According to Merkel, we are talking about electronic certificates that will be ready within three months. “We were all United in the fact that we need it,” she said. The documents themselves will be developed by European countries, and the technical issues and compatibility of certificates in all EU states will be worked out by the European Commission.

The Chancellor noted that the certificates can become the basis for travel within the European Union, as well as for entry into its territory from third countries.

Merkel opposed special conditions for those vaccinated against coronavirus

German Chancellor Angela Merkel spoke out against providing special conditions for those vaccinated against coronavirus now.

“While the number of vaccinated people is still much lower than those waiting for the vaccine, the state should treat both groups equally,” the Chancellor told the Frankfurter Allgemeine Zeitung. At the same time, if we are talking about private contractual relations, “there is little that we can do on the part of the state,” she said.

“When a sufficient number of people receive an offer to get vaccinated and some do not want to get vaccinated, we will have to consider whether access in certain areas should be open only to those who are vaccinated. But we still have a long way to go,” Merkel said.

The Chancellor herself is going to be vaccinated when her turn comes, taking into account the priorities of the distribution of vaccines. “I think it is right, in addition to especially vulnerable groups and the elderly, to first invite those groups of the population who cannot keep a distance in their work to be vaccinated,” she said, noting that in her case, there is an opportunity to keep a distance.

Vaccination in Germany has been carried out since December 27 last year, while vaccines are used, which require two vaccinations to develop immunity. As of Monday, 1.7 million people in the country received both vaccinations, which is 2.1% of the country’s population (83.2 million as of the end of 2020). More than one and a half million people have received the first dose and are waiting for the second vaccination. Taking this category of people into account, 4% of the country’s population participated in the vaccination campaign.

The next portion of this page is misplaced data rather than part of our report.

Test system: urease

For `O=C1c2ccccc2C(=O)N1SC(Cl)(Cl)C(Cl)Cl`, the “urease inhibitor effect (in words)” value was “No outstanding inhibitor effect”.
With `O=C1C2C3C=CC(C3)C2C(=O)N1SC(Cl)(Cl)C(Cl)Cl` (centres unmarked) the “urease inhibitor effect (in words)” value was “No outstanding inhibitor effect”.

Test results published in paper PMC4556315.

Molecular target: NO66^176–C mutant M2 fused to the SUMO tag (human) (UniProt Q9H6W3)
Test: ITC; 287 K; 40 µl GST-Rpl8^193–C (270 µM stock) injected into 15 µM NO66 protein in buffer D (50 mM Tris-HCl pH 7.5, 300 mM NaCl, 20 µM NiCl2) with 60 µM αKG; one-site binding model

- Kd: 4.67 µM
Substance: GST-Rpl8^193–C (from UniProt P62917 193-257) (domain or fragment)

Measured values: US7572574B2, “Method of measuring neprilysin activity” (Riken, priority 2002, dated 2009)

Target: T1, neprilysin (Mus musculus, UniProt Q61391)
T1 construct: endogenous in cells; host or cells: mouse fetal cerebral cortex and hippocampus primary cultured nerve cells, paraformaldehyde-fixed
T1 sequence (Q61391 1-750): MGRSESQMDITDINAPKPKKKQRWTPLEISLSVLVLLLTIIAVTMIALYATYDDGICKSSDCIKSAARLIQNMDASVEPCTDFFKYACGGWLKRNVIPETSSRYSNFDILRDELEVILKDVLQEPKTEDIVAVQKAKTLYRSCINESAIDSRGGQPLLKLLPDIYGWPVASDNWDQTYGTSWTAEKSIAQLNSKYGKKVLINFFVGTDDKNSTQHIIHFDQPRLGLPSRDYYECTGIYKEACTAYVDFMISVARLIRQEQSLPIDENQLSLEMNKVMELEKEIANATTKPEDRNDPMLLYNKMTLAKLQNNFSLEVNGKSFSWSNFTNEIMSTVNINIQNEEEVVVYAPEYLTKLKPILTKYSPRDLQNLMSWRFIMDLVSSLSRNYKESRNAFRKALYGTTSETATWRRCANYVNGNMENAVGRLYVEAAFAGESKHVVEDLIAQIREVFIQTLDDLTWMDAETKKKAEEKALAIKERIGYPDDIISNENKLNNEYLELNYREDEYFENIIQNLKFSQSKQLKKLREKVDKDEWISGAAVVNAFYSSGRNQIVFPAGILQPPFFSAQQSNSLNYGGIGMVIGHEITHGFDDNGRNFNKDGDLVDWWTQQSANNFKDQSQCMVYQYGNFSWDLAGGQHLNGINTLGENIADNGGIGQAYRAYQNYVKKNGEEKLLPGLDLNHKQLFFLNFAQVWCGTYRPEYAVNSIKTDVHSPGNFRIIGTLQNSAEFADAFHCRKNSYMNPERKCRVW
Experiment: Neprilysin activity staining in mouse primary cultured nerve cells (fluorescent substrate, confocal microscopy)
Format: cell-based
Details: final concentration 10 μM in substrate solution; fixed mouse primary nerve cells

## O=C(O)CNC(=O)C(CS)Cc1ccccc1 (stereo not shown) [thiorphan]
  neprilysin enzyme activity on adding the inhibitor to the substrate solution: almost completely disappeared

Merkel announced the third wave of the coronavirus pandemic in Germany

German Chancellor Angela Merkel at a meeting with deputies of her conservative party said that the country is in the third wave of the coronavirus pandemic.

This is reported by Reuters with reference to two participants of the meeting.

“We are now in the third wave,” they quoted her as saying and said she had warned that any easing of the quarantine measures, introduced late last year and extended until March 7, should be carried out cautiously and gradually.

The closure of all secondary businesses and border controls with Austria and the Czech Republic, where there have been outbreaks linked to a more contagious strain of the virus, have helped Germany reduce the number of new daily COVID-19 infections.

But the slow introduction of vaccination and the risk of large outbreaks of strains already identified in Germany could make any easing of restrictions difficult.

“We can’t afford the ups and downs,” Merkel told the meeting, noting that she would like any return to normalcy to take place cautiously to avoid re-imposing the quarantine if the infection starts to grow again.

According to the sources, she added that increasing the availability of rapid tests and increasing testing capabilities can make a return to normal more confidence.

Recall that strict restrictions on the borders of Germany will be extended for another eight days, despite the criticism of the European Commission.